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How to Stay Cool Under Fire

In most situations, the press is satisfied to get the story you want to tell. Sometimes, however, speakers are controversial, and a press conference becomes an opportunity for reporters to open fire. Here are some proven ways to stand your ground if attacked by those in search of a lively story:

  1. If your credibility is challenged, don't get shaky or defensive. Stick up for yourself and reiterate or reinforce your expertise and authority.

  2. If an interviewer asks you potentially lethal questions, answer in a positive manner and defuse the situation. Recently the president of a new race track was challenged because he was presenting a race with a mul-timillion-dollar purse on the same day as the Preakness. The media were on him like flies, accusing him of using his wealth to ruin the gentlemanly tradition of the sport. The president was a clever and experienced media person. Instead of responding to the notion that he was destroying racing tradition, he talked about all the wonderful things his track was doing for racing and for the public.

    As any politician will tell you, reporters' questions aren't always traps; you can turn them into opportunities. You don't necessarily have to answer the question that was asked; you can turn the question around. You can even ignore it completely and talk about something else, though you should be prepared for attempts to get you back on track. Whatever you do, don't allow yourself to be baited by the questioner, and don't react by losing your temper: Displays of anger never look good the next day in the morning newspaper.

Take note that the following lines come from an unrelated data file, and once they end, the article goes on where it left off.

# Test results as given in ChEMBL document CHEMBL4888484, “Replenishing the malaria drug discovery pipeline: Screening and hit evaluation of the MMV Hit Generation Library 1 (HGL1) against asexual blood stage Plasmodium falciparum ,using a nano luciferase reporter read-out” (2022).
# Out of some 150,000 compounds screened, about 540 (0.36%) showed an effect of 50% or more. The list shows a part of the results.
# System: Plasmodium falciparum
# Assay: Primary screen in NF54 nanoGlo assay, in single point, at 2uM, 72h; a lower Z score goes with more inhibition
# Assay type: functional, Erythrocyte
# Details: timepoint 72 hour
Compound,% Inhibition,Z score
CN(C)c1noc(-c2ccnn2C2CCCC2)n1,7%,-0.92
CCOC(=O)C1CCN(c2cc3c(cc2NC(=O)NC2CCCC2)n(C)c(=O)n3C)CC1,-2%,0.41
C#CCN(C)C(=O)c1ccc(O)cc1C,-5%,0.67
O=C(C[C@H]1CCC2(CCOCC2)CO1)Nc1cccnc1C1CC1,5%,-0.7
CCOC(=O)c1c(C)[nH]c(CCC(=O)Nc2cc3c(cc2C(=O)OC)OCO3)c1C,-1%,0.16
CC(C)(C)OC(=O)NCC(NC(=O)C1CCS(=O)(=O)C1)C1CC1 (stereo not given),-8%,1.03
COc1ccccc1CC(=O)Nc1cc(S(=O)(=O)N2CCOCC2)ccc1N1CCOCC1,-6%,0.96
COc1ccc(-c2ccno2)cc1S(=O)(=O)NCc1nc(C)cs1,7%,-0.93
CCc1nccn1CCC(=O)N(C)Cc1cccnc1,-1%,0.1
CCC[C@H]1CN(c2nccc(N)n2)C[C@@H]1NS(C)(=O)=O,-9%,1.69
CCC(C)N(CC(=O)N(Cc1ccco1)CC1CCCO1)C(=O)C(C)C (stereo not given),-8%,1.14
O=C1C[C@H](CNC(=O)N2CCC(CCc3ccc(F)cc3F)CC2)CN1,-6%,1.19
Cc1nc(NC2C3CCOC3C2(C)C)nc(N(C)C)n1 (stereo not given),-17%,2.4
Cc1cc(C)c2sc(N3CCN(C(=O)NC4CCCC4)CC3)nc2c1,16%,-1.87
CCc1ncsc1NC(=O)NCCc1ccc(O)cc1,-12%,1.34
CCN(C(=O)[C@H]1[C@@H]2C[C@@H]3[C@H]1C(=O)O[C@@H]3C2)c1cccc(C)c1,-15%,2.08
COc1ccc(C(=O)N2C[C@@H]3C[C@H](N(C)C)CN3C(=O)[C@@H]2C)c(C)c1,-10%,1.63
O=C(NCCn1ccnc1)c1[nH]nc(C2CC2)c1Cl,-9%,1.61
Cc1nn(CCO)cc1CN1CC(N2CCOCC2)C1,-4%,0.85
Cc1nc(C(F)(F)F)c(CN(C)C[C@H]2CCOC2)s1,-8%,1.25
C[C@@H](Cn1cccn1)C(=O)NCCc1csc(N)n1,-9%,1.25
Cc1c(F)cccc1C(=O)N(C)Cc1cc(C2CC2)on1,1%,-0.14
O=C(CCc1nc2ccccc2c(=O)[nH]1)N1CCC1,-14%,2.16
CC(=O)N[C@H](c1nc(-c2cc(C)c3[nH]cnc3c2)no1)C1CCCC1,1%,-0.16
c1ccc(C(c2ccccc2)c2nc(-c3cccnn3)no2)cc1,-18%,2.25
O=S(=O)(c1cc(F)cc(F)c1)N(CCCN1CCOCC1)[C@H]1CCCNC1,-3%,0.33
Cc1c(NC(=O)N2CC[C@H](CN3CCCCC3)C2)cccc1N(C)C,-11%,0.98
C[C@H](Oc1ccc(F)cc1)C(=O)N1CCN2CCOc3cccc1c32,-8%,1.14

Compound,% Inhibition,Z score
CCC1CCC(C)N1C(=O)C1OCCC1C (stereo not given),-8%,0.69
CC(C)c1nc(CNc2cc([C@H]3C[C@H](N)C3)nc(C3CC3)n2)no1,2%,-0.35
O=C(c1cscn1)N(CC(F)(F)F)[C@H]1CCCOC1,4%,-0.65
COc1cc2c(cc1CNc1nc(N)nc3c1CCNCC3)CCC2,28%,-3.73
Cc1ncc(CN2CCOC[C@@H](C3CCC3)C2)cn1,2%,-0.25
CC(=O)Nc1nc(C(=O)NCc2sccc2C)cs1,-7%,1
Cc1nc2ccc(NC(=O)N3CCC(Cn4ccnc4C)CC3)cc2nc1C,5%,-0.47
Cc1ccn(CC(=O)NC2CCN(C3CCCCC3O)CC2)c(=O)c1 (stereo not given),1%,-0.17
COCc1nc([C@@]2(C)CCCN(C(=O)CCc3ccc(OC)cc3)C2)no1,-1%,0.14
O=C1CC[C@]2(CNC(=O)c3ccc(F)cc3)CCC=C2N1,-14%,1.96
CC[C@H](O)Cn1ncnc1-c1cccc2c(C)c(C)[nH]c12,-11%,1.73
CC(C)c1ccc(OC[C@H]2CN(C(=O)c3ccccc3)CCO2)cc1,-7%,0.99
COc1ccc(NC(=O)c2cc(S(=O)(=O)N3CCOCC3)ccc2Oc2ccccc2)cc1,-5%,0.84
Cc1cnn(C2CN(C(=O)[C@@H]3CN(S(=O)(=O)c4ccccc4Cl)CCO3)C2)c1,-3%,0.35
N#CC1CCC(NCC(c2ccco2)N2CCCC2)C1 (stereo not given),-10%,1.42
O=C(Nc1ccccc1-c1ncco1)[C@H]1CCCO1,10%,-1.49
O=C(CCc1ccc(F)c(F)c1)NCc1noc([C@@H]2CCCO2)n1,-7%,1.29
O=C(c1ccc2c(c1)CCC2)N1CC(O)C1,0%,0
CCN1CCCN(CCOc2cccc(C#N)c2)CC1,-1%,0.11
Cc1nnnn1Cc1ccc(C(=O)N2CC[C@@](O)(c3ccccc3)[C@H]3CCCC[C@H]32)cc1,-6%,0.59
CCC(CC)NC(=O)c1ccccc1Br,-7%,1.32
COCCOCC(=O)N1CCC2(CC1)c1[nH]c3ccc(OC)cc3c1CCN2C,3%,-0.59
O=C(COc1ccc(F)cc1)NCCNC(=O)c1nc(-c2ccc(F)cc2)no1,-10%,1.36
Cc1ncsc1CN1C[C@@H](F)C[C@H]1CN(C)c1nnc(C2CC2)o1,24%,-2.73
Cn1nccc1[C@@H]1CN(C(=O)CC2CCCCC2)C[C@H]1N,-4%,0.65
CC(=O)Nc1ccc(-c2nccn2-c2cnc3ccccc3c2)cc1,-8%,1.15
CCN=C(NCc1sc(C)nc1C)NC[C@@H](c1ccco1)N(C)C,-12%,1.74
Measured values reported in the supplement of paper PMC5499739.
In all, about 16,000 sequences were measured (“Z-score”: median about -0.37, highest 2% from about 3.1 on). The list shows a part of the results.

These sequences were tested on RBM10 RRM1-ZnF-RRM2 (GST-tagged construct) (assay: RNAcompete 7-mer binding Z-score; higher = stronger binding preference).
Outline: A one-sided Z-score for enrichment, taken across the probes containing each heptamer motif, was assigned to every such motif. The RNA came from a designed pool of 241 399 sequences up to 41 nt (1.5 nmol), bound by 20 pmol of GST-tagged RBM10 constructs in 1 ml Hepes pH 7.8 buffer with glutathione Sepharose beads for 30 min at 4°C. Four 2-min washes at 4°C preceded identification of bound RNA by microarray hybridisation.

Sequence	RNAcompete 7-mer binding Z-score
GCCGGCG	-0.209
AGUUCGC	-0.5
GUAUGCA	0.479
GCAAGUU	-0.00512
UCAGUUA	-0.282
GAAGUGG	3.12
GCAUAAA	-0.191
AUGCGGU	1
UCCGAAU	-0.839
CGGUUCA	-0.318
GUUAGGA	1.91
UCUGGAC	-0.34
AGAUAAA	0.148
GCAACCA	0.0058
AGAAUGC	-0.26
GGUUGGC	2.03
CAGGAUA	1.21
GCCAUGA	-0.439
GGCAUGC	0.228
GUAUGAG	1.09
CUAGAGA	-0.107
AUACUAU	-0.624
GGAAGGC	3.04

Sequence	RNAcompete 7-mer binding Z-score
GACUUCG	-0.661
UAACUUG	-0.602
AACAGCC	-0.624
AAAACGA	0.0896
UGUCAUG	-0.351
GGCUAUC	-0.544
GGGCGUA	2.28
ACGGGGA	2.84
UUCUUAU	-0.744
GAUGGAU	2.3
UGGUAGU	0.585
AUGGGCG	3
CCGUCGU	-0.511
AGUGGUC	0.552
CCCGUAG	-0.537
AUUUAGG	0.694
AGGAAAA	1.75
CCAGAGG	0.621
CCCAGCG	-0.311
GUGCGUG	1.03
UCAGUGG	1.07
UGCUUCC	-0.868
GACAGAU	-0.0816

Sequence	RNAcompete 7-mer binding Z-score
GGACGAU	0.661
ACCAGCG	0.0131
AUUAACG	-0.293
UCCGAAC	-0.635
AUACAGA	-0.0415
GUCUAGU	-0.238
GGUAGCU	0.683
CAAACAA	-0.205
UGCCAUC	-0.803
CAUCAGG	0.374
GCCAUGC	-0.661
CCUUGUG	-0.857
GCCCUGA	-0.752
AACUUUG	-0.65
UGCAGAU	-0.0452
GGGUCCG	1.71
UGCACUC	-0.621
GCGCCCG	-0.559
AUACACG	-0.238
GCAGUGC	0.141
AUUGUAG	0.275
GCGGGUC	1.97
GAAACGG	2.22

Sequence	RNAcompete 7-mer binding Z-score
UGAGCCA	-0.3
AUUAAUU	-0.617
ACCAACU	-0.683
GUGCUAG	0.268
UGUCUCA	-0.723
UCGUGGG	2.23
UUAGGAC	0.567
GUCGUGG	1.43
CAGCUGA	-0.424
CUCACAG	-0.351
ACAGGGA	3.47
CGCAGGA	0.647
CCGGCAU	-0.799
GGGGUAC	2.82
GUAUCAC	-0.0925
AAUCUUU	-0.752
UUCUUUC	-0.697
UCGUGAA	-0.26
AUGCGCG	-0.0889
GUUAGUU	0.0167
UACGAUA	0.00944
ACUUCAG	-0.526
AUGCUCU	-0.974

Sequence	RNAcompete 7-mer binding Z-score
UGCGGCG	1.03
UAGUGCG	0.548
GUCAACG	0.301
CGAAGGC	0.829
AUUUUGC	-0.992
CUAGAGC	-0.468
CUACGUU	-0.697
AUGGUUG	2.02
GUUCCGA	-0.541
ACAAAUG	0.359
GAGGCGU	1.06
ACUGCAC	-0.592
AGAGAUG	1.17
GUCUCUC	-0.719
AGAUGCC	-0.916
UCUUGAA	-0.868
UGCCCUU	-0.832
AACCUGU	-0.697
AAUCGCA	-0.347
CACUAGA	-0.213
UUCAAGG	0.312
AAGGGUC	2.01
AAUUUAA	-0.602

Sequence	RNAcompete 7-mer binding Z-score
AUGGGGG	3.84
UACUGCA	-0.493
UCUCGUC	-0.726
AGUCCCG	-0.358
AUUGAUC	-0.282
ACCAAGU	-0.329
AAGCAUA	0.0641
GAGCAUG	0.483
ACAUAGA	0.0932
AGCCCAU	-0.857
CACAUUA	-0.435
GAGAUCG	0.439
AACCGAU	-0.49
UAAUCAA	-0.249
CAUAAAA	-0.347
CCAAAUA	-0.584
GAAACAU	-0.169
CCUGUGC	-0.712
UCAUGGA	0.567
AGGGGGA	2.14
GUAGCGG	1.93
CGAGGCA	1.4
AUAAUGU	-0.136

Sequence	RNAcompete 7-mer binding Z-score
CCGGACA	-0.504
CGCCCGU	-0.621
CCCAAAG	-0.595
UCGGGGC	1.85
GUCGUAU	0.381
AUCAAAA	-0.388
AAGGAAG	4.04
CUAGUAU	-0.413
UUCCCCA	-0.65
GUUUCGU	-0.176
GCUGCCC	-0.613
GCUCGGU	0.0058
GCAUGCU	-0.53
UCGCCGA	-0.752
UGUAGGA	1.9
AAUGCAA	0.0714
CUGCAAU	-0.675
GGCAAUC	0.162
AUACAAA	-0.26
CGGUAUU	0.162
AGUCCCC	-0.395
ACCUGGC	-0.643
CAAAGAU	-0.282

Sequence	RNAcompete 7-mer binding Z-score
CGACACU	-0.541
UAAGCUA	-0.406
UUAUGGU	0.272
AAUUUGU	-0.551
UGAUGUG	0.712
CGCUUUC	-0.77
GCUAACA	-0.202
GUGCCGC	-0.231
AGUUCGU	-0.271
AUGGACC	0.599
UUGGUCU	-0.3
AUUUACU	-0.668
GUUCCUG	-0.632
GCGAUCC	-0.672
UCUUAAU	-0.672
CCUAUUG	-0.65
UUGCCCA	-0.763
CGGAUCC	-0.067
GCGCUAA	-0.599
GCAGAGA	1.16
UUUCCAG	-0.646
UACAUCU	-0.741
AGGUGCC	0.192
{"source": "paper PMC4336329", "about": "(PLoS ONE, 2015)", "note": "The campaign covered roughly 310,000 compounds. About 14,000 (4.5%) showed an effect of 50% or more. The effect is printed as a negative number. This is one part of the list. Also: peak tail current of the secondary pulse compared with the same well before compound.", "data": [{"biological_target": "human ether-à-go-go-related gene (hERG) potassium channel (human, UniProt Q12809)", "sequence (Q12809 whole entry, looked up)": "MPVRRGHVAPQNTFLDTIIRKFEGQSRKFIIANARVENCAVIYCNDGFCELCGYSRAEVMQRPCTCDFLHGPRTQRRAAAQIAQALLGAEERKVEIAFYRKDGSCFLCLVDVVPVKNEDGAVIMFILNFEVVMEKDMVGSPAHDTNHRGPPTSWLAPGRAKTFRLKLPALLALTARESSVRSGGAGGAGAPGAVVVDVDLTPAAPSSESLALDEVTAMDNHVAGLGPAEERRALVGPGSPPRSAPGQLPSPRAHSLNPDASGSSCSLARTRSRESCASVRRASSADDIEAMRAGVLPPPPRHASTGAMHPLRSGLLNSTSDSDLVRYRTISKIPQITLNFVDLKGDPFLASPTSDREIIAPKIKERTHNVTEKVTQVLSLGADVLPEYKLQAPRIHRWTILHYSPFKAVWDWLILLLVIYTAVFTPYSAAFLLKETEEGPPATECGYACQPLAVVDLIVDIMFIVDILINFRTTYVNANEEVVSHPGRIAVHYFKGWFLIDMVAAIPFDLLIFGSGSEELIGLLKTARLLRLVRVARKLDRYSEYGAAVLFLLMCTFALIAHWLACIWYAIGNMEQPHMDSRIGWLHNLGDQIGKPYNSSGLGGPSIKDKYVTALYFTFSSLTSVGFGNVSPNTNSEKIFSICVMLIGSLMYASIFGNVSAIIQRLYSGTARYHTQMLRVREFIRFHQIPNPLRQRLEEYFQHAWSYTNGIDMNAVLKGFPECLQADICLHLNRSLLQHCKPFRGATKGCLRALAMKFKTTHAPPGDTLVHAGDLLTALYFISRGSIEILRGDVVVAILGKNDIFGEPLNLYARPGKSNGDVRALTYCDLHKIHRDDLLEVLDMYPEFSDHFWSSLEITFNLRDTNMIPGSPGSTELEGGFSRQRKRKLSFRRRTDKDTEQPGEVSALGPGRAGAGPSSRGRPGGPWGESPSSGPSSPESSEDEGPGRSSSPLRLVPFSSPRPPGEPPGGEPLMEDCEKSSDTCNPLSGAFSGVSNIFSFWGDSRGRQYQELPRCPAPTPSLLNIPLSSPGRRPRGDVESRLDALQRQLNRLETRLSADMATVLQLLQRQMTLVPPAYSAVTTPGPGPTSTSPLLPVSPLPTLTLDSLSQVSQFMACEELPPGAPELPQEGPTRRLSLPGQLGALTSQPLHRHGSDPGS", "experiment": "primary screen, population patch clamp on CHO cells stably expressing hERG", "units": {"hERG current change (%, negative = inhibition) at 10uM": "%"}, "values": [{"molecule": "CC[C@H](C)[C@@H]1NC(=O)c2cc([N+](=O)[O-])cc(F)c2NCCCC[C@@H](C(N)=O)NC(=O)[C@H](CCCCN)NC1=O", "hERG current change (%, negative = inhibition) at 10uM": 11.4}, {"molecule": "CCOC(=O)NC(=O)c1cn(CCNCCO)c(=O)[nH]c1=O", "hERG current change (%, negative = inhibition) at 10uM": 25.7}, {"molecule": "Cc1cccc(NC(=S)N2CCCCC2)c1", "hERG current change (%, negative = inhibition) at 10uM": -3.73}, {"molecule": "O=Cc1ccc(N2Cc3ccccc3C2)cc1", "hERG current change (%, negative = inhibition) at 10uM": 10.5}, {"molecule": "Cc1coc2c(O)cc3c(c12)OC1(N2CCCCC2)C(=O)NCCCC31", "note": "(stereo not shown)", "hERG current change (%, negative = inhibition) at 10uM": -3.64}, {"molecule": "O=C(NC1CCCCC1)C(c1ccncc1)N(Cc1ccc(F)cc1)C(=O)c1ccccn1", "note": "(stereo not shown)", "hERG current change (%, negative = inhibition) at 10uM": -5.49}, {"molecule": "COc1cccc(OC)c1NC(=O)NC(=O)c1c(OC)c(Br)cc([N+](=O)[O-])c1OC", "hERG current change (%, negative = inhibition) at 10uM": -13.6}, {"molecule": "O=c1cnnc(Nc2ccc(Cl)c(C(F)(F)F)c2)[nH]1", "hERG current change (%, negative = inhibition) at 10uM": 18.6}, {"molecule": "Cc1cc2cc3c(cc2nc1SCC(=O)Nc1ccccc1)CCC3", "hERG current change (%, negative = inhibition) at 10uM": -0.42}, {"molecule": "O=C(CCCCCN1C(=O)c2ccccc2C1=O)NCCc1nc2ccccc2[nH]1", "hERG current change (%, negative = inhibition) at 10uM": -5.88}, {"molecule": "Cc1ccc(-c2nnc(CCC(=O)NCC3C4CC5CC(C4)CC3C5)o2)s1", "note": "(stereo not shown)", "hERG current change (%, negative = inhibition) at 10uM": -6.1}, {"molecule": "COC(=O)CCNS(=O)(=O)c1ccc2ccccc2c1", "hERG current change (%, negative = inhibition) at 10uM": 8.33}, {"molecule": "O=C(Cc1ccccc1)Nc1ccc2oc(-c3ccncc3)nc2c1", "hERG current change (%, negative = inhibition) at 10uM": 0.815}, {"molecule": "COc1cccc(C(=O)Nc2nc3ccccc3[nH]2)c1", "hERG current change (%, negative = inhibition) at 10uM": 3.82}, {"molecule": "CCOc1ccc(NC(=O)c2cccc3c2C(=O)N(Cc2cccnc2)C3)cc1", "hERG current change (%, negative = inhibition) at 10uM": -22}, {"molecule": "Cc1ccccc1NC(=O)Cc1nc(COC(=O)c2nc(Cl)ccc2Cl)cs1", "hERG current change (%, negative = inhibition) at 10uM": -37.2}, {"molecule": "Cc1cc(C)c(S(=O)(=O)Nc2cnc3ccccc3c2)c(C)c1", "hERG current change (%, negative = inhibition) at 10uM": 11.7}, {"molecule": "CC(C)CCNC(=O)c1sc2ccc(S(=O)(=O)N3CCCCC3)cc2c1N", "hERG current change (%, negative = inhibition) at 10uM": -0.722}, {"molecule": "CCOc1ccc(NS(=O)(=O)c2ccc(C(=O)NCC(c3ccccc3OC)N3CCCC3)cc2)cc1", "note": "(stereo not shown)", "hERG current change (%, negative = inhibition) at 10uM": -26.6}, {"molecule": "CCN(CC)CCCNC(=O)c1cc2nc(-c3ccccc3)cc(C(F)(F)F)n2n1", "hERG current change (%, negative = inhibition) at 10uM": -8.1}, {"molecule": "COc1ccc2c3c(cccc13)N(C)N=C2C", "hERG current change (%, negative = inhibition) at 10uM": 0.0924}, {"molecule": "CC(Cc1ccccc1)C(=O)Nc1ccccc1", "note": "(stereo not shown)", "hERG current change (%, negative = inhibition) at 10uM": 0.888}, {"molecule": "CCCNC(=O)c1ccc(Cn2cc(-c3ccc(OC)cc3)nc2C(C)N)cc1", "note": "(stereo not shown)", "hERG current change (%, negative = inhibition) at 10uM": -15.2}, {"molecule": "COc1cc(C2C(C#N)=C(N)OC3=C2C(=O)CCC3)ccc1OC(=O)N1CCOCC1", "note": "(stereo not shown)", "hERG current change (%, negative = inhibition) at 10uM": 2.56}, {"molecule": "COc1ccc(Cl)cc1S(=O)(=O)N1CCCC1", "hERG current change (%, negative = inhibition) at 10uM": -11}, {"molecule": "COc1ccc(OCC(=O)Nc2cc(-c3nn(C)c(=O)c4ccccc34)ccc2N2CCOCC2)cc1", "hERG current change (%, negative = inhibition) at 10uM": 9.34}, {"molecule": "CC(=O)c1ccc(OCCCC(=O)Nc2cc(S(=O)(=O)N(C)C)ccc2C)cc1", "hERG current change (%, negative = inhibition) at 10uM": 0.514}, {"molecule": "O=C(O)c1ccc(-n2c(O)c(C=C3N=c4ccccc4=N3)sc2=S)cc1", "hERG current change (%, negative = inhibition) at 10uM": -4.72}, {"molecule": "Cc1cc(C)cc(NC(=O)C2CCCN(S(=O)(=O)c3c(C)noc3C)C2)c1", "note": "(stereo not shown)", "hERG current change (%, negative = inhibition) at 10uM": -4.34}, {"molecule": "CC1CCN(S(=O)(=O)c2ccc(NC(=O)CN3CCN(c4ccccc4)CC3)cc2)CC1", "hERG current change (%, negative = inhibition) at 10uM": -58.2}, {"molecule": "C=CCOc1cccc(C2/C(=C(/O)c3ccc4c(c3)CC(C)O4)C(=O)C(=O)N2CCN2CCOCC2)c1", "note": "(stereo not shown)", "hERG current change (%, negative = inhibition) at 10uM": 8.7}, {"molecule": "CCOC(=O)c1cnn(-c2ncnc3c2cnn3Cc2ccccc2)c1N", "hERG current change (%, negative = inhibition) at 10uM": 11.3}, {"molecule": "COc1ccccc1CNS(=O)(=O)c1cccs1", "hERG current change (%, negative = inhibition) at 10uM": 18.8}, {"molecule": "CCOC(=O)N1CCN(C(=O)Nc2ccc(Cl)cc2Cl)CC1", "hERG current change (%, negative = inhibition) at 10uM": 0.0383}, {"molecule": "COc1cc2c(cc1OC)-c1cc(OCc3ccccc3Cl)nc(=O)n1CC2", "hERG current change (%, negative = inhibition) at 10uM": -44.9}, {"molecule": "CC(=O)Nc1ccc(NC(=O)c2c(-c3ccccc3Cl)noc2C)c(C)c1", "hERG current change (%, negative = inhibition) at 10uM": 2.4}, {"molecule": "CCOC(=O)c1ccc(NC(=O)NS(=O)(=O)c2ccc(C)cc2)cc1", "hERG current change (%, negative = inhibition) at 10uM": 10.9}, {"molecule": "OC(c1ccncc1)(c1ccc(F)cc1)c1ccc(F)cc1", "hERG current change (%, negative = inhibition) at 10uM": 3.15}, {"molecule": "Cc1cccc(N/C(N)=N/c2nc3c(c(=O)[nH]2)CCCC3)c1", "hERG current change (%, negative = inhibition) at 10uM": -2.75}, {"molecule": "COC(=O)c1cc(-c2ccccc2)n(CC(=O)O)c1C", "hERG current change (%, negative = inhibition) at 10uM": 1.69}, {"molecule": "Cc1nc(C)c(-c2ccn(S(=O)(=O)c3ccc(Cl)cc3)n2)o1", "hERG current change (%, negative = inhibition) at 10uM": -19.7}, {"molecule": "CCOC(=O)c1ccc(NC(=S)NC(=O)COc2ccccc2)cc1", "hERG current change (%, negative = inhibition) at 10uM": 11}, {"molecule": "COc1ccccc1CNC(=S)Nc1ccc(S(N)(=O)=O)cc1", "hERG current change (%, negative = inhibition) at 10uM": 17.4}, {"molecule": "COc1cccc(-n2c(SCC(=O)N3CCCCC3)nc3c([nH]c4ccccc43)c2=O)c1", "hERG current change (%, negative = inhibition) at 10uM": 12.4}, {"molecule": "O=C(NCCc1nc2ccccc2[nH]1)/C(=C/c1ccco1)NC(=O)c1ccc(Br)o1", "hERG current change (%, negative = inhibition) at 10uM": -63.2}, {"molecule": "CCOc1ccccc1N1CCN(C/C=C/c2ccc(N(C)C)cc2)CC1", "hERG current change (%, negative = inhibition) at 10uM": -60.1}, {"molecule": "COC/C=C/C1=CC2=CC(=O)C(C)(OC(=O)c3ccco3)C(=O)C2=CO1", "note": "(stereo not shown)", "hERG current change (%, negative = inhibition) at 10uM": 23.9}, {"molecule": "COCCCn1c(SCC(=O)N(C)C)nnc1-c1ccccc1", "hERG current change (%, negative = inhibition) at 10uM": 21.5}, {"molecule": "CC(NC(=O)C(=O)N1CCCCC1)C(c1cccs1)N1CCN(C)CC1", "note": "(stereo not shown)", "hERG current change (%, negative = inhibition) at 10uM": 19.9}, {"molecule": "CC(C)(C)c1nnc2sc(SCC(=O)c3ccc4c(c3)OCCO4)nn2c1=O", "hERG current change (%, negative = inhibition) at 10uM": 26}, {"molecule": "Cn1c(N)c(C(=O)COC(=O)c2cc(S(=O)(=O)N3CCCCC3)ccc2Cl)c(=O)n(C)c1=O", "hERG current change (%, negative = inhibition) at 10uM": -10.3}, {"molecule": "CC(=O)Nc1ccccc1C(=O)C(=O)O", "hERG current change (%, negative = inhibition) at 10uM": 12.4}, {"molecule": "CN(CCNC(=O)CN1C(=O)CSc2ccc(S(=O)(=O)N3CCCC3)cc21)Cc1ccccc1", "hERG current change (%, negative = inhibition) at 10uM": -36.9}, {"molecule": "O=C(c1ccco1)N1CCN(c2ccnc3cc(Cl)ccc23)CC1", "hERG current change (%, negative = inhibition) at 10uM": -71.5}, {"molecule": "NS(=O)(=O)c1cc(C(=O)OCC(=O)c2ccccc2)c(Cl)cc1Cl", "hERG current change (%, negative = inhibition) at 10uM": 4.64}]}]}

Listen to the media pros being interviewed on "Nightline" or other "Meet the Press"-type shows. They respond momentarily to the question, then immediately go forward and talk about what they want to talk about.

  3. If your interviewer says something that you don't agree with, don't let it go. Correct the impression right away, because silence signals your agreement.

For most people, a media interview is not treacherous. If you are clear about the points you want to get across, and make sure you have a direct way to say them, you'll be home free.


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